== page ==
Pennsylvania Golf Club Ejects Black Women, Including NAACP's Sandra Thompson, for 'Playing Slowly'

Updated | A golf club in Pennsylvania has apologized after calling the police to eject a group of black women who had allegedly refused to leave the premises after being told they were playing too slowly.

On Saturday, April 21, Sandra Thompson and four friends (Myneca Ojo, Sandra Harrison, Carolyn Dow and Karen Crosby) met up to play at the Grandview Golf Club in Dover Township, Pennsylvania.

The five women are all members of the club and were scheduled to tee off at 10:08 a.m. ET, but play did not get underway until 11 a.m. as there was frost on the course.

Thompson added that she had even asked one of the course clerks whether the size of the group would pose a problem—golf courses tend to limit groups to four at most—and she was apparently reassured there would be no issues at all.

Ojo and Crosby were approached at the second hole by a white male, who twice complained to them that they were not keeping up with the speed of play.

The man has since been identified as former York County Commissioner Steve Chronister, the father of club's co-owner Jordan Chronister.

"I was approached by Steve Chronister, and he said, 'I'm one of the owners and you need to keep up the pace of play," Crosby was quoted as saying by the York Daily Record. "To me, that was a gross misrepresentation of who he was."

Moving through the golf course at a regular pace is one of the principles of golf etiquette and while slow-moving players are rarely asked to speed their game up, it is considered common courtesy to allow groups behind them through.

The majority of golf courses employ personnel to monitor the pace of play and to ensure golfers are told whether they have to quicken their pace or let fellow players move ahead of them.

"Playing at a better pace is not about hurrying up or rushing around the course," the United States Golf Association states on its website. "It is simply about being more efficient with your valuable time, as well as everyone else's."

Thompson, an attorney and the head of the York County branch of the NAACP, told the York Daily Record that the group rejected the suggestion they were not moving quickly enough.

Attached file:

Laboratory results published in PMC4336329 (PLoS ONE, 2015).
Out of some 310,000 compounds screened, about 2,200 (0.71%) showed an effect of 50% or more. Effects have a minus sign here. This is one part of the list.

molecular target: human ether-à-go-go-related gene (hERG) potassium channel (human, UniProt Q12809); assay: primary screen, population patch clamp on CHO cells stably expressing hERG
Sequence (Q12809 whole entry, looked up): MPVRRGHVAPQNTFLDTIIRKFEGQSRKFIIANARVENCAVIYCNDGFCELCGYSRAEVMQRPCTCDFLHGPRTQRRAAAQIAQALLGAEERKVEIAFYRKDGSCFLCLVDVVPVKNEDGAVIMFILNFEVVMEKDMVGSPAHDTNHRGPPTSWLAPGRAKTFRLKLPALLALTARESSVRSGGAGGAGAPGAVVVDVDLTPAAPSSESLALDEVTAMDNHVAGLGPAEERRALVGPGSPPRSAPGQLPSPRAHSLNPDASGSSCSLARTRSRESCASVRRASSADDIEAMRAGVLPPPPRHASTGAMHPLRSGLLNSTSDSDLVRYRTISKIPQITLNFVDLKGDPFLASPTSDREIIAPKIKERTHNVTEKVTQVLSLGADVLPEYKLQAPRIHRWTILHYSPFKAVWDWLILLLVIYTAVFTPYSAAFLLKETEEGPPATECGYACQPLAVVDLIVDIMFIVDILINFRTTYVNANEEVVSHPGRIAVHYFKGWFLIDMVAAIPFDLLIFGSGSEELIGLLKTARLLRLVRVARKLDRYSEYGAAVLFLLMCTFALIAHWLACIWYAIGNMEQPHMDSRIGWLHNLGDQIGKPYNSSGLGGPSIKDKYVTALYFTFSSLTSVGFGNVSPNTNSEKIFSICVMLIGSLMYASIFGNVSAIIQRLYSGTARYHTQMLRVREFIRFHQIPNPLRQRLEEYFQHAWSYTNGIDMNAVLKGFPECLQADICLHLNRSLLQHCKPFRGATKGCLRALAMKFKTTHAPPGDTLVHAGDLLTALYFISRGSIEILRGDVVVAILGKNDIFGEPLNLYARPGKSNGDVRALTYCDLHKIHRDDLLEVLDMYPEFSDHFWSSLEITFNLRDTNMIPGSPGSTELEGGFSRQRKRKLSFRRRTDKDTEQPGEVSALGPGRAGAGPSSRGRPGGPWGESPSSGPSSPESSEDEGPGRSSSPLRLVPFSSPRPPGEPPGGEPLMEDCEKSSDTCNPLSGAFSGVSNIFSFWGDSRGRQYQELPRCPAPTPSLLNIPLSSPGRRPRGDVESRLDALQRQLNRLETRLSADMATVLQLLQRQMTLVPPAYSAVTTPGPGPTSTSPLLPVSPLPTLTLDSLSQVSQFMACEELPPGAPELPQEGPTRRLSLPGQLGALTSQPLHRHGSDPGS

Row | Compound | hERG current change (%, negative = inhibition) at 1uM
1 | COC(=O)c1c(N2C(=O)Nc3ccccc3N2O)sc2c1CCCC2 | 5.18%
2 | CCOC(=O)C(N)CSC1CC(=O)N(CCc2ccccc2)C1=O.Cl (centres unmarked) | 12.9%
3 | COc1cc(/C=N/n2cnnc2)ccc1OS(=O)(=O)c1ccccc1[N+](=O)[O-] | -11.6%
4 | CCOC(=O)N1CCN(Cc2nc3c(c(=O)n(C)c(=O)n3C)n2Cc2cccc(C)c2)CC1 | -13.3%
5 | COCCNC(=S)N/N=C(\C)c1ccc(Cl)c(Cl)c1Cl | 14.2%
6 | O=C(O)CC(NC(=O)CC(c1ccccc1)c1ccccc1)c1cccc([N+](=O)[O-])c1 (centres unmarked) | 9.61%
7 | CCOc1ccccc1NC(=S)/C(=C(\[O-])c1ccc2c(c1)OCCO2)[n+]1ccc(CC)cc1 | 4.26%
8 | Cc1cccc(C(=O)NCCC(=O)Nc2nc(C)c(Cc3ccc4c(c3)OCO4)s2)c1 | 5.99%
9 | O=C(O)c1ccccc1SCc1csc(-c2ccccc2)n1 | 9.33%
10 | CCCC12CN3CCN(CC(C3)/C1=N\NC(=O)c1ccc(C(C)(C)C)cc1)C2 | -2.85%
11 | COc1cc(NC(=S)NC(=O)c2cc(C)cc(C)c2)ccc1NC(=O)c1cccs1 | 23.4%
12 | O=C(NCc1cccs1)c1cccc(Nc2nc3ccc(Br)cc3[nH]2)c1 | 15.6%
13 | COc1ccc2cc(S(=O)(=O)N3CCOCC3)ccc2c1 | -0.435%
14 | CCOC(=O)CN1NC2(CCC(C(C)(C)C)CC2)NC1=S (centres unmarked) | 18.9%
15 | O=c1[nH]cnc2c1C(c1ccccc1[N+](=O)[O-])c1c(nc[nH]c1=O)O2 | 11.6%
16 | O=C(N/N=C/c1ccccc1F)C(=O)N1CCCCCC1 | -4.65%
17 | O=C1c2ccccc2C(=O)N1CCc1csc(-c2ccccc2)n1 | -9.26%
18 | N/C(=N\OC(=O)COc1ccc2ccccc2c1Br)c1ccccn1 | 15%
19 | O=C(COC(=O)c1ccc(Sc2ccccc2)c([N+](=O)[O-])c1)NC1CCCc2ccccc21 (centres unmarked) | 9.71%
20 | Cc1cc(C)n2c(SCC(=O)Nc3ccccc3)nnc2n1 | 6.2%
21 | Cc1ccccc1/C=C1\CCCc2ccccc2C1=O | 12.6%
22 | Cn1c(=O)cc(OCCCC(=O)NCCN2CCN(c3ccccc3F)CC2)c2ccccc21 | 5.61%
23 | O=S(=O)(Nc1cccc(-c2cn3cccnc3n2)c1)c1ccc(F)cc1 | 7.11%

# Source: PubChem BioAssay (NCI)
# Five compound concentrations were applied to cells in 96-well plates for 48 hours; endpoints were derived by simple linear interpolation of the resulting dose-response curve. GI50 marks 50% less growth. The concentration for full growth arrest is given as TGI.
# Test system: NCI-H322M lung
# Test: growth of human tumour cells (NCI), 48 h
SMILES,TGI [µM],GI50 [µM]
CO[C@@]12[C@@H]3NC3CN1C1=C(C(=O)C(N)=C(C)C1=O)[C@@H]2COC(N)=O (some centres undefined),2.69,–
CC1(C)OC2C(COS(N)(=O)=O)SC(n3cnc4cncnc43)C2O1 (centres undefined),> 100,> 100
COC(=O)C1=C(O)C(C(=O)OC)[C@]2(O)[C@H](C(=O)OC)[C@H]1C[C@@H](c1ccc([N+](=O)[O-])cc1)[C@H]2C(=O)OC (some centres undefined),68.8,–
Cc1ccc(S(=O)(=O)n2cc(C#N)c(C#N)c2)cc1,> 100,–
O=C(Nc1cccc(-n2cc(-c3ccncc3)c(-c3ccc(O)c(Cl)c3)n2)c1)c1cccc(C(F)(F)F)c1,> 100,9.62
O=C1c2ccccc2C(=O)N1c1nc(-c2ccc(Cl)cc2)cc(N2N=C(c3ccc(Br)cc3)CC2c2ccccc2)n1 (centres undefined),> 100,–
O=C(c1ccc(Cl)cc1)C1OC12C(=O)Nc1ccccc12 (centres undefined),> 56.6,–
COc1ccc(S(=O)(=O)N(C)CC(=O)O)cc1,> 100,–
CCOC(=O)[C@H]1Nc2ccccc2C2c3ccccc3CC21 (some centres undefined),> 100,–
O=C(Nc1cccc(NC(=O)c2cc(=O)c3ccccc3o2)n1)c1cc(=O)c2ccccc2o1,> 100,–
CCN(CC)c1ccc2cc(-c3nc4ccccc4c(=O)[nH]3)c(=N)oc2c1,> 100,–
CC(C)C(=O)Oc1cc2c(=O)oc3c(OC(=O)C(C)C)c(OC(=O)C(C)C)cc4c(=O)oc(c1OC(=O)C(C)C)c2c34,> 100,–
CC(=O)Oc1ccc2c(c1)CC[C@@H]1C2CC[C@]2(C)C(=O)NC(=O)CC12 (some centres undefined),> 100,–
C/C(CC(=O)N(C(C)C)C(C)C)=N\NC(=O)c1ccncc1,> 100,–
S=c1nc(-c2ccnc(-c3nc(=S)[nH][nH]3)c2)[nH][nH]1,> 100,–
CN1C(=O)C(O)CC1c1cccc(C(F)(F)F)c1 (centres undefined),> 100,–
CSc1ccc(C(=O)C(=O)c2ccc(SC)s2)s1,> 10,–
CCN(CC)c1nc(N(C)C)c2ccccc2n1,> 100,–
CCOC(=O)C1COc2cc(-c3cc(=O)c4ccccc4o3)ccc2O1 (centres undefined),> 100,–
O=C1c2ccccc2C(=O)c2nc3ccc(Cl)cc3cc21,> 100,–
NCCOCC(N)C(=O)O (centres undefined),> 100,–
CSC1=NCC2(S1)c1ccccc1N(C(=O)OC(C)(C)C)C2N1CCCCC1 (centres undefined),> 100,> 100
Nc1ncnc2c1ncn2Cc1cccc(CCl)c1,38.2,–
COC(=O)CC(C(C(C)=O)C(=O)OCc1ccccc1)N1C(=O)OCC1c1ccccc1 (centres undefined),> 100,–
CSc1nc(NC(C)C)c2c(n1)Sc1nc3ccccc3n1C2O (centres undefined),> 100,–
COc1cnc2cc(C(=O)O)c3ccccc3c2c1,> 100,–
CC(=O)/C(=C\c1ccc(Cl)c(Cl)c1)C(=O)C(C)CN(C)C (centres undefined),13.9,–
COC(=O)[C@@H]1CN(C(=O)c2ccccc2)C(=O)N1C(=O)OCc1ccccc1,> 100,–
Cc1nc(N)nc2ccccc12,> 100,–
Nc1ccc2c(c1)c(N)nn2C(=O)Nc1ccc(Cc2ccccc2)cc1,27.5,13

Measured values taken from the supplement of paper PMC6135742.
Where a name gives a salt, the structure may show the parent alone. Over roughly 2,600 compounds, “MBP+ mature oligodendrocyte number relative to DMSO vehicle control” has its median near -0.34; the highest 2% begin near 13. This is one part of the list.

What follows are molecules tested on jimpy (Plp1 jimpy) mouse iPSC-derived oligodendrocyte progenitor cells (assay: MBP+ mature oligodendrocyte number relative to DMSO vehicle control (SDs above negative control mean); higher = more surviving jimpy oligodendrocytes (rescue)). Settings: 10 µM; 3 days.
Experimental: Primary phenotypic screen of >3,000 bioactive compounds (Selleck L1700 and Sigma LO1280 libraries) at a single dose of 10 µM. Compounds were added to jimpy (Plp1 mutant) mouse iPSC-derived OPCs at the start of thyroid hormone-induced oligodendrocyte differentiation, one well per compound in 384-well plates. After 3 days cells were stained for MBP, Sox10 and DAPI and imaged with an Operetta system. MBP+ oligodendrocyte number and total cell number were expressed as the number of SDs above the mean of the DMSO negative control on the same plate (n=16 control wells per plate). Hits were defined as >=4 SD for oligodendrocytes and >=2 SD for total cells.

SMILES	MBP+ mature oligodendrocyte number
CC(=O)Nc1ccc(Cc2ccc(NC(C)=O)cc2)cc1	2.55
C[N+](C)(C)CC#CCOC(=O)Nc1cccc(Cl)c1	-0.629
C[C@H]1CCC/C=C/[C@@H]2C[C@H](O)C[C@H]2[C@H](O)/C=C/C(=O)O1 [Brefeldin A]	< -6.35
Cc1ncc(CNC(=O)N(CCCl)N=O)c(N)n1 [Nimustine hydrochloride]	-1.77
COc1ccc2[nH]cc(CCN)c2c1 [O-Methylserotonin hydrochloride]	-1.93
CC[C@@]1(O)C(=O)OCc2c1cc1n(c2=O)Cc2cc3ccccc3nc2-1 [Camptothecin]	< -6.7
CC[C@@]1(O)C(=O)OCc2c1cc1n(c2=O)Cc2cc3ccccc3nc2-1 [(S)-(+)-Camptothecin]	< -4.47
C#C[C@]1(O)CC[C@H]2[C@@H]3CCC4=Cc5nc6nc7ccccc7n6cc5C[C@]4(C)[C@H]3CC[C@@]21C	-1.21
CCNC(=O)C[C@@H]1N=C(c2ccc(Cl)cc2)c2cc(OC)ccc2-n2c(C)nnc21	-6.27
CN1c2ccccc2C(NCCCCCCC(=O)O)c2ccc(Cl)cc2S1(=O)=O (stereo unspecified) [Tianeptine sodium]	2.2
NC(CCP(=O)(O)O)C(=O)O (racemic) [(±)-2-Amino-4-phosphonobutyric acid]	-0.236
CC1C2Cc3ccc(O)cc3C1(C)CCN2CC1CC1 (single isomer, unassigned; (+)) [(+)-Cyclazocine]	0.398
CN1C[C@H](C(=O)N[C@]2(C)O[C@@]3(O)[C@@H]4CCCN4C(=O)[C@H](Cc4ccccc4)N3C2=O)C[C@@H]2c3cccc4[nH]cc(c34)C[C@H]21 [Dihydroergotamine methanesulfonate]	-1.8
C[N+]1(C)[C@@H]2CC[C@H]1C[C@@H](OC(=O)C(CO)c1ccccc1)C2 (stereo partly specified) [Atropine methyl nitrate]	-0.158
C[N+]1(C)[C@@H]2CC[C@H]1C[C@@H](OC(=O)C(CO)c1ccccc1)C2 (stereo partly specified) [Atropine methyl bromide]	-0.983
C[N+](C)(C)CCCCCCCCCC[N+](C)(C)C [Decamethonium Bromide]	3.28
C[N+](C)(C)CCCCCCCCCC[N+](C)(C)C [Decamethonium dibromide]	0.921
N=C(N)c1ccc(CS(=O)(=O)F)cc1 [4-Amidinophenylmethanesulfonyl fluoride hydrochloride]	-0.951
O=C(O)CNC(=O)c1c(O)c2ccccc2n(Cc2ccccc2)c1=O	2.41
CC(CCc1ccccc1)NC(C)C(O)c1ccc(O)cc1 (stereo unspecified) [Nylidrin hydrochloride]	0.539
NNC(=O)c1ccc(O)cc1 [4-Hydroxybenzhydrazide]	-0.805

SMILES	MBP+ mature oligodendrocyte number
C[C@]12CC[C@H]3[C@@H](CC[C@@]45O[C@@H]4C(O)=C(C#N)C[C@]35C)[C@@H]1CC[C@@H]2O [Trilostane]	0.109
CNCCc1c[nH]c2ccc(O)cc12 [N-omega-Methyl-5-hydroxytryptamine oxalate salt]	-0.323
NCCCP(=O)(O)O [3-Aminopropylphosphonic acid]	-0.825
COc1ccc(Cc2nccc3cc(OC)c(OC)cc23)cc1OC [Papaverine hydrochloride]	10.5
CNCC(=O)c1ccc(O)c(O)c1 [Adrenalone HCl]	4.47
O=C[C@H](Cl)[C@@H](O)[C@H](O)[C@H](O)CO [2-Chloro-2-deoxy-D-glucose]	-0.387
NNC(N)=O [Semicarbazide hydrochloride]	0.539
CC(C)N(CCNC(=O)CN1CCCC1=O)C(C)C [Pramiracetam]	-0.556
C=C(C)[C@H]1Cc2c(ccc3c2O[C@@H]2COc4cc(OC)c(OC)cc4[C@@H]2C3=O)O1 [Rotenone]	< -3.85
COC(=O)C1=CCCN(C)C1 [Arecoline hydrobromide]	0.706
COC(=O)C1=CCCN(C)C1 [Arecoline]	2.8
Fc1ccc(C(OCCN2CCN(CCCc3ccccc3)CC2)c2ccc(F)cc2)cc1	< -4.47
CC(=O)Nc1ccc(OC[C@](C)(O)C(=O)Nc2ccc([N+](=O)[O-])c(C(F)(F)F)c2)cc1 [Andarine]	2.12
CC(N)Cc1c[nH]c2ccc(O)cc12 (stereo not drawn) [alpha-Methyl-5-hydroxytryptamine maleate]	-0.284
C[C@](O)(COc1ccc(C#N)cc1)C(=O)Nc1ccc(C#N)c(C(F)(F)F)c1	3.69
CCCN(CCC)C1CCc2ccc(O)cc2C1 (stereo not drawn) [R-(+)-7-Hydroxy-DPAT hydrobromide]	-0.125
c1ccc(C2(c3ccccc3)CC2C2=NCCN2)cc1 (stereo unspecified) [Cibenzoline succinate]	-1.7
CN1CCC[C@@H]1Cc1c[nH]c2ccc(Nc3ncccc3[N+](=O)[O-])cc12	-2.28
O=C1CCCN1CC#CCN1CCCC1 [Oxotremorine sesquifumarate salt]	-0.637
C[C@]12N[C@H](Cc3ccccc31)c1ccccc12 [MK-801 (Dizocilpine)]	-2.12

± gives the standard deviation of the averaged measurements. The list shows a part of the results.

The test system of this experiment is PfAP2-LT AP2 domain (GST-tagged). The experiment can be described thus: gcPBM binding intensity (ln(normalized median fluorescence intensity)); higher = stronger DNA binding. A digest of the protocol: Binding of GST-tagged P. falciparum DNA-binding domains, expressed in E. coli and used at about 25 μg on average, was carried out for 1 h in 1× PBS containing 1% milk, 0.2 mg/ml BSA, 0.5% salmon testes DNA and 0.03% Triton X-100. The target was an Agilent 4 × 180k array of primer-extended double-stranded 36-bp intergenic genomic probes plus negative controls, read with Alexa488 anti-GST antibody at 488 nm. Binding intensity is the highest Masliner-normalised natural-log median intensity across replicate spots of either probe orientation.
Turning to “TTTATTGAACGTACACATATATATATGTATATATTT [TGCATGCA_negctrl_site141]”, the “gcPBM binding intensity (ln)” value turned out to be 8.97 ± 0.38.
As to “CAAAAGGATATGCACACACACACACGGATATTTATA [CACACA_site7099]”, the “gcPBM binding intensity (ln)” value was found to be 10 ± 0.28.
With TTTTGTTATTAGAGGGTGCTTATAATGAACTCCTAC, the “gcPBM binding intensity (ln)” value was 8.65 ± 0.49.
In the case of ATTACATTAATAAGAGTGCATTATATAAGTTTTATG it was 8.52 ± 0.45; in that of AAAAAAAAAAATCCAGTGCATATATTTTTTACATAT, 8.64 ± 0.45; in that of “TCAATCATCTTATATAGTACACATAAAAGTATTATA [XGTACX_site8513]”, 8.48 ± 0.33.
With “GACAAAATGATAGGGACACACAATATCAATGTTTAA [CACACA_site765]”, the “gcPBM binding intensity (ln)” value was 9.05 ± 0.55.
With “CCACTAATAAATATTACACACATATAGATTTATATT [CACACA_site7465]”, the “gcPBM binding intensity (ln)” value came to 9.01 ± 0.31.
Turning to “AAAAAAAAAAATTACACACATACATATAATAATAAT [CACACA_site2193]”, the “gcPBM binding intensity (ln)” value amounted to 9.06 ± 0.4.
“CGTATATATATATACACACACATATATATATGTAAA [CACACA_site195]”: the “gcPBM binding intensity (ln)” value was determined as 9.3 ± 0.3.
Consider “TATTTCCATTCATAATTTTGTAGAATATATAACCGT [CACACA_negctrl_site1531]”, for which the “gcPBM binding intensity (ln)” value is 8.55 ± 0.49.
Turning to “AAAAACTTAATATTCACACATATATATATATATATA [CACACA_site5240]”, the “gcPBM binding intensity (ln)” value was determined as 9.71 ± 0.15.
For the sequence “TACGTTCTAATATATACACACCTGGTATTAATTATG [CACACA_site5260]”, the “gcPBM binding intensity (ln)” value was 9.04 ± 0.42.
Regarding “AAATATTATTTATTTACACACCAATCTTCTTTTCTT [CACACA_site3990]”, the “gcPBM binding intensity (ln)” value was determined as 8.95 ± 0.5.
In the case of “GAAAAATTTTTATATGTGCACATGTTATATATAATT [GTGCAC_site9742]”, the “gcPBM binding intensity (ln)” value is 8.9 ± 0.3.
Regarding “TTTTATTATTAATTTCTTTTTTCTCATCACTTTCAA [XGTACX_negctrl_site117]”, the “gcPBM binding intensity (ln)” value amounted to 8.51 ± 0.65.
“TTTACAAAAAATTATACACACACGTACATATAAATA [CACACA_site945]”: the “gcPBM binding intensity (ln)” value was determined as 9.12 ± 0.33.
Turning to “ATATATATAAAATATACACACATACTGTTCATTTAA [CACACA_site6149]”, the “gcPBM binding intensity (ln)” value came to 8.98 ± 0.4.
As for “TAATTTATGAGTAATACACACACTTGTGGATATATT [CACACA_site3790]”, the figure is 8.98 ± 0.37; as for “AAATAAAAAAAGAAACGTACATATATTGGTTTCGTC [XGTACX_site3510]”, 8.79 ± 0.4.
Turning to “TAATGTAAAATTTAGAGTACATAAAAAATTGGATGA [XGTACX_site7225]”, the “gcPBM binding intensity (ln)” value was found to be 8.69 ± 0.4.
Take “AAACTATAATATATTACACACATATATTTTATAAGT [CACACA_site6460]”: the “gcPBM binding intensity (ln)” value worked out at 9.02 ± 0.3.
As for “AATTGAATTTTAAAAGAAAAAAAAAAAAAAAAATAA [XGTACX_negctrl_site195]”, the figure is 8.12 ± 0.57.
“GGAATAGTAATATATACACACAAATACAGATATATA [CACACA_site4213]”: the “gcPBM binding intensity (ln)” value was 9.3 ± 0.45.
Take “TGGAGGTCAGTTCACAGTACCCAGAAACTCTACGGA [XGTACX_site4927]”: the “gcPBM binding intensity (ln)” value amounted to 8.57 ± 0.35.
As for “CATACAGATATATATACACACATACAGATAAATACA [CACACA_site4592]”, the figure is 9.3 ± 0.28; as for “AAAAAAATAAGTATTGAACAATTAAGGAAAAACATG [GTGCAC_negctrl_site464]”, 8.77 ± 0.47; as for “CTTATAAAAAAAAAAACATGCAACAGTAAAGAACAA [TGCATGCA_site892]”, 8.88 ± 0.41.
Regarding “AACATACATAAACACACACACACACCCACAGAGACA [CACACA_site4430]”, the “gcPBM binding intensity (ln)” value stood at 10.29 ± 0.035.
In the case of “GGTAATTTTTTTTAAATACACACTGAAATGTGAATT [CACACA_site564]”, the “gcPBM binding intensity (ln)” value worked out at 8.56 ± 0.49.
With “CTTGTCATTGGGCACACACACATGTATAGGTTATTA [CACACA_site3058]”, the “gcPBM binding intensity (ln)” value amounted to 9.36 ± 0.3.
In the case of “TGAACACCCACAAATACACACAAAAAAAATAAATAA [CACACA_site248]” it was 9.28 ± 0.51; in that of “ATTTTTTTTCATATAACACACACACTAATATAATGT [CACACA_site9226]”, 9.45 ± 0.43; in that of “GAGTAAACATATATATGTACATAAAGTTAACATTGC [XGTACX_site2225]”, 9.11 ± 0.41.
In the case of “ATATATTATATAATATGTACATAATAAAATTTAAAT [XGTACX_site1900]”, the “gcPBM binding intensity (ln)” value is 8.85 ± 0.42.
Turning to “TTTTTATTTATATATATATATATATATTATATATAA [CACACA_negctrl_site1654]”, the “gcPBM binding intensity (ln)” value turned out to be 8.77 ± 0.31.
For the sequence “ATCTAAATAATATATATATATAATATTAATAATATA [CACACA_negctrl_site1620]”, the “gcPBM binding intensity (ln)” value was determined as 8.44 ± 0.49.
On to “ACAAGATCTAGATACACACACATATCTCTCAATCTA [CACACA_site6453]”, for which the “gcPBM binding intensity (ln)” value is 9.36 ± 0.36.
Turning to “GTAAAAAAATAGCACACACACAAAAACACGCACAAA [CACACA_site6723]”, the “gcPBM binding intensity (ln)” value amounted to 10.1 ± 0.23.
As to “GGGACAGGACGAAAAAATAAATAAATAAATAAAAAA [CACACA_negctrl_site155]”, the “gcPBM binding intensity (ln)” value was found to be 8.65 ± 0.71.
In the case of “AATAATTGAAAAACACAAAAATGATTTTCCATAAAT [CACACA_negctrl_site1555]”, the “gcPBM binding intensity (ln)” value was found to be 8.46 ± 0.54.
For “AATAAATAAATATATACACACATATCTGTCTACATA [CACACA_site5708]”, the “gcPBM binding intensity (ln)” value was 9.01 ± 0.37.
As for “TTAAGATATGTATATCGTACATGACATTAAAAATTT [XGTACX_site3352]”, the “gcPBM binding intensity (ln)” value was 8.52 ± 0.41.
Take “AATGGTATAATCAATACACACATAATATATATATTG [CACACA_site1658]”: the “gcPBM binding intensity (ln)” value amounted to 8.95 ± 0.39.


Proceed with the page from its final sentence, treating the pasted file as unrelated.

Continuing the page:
Harrison said she spoke with a club regular who told them their pace of play was fine, seeing as they were keeping up with the group ahead of them on the course. The five are part of a larger group of women known locally as "Sisters on the Fairway," and have reportedly played on a number of golf courses across the country and abroad, and are familiar with golf etiquette.

When Chronister senior approached Thompson for a second time to tell them they were going too slow and offering a refund, she dismissed him. "I said, 'Do you realize we're the only black women on this course, and you're only coming up to us? We paid, we want to play.' He walked off in a huff."

Nevertheless, the women decided to skip the third hole to avoid exacerbating the issue before Harrison, Dow and Crosby opted to leave the course after the ninth hole.

At this point, the Chronisters returned, accompanied by a number of white male employees, and argued the remaining women had taken too long a break and they should be leaving the course. The ninth hole marks the halfway stage of a round of golf and it is customary for players to take a short break before taking on the remaining nine holes.

The women argued the length of their break had been adequate and pointed out the group behind them was still enjoying its break, but they were told the police had been called and that they had five minutes to leave.

"I felt we were discriminated against," one of the women, Myneca Ojo, told the York Daily Record. "It was a horrific experience."

Northern York County Regional Police Chief Mark Bentzel said: "We were called there for an issue, the issue did not warrant any charges. All parties left and we left as well."

J.J. Chronister, Jordan Chronister's wife and the co-owner of the club, said she had personally apologized to the women and aimed to get "long-term resolution" and to ensure the event remains an isolated incident.

"We sincerely apologize to the women for making them feel uncomfortable here at Grandview, that is not our intention in any way," she told the newspaper. "We want all of our members to feel valued and that they can come out here and have a great time, play golf and enjoy the experience."

On Monday, she issued a second statement reading: "Grandview currently has 2,400 members. In the past players who have not followed the rules, specifically pace of play, have voluntarily left at our request as our scorecard states.

In this instance, the members refused to leave so we called police to ensure an amicable result. The members did skip holes and took an extended break after the 9th hole. We spoke with them once about pace of play and then spoke with them a second time. During the second conversation we asked members to leave as per our policy noted on the scorecard, voices escalated, and police were called to ensure an amicable resolution."

The office of Sandra Thompson has not replied to a request for comment.

Correction: In an earlier version of this story, we said an incident occurred at the Grandview Golf Club in Braddock, Pennsylvania. It actually happened at Grandview Golf Club in Dover Township, Pennsylvania.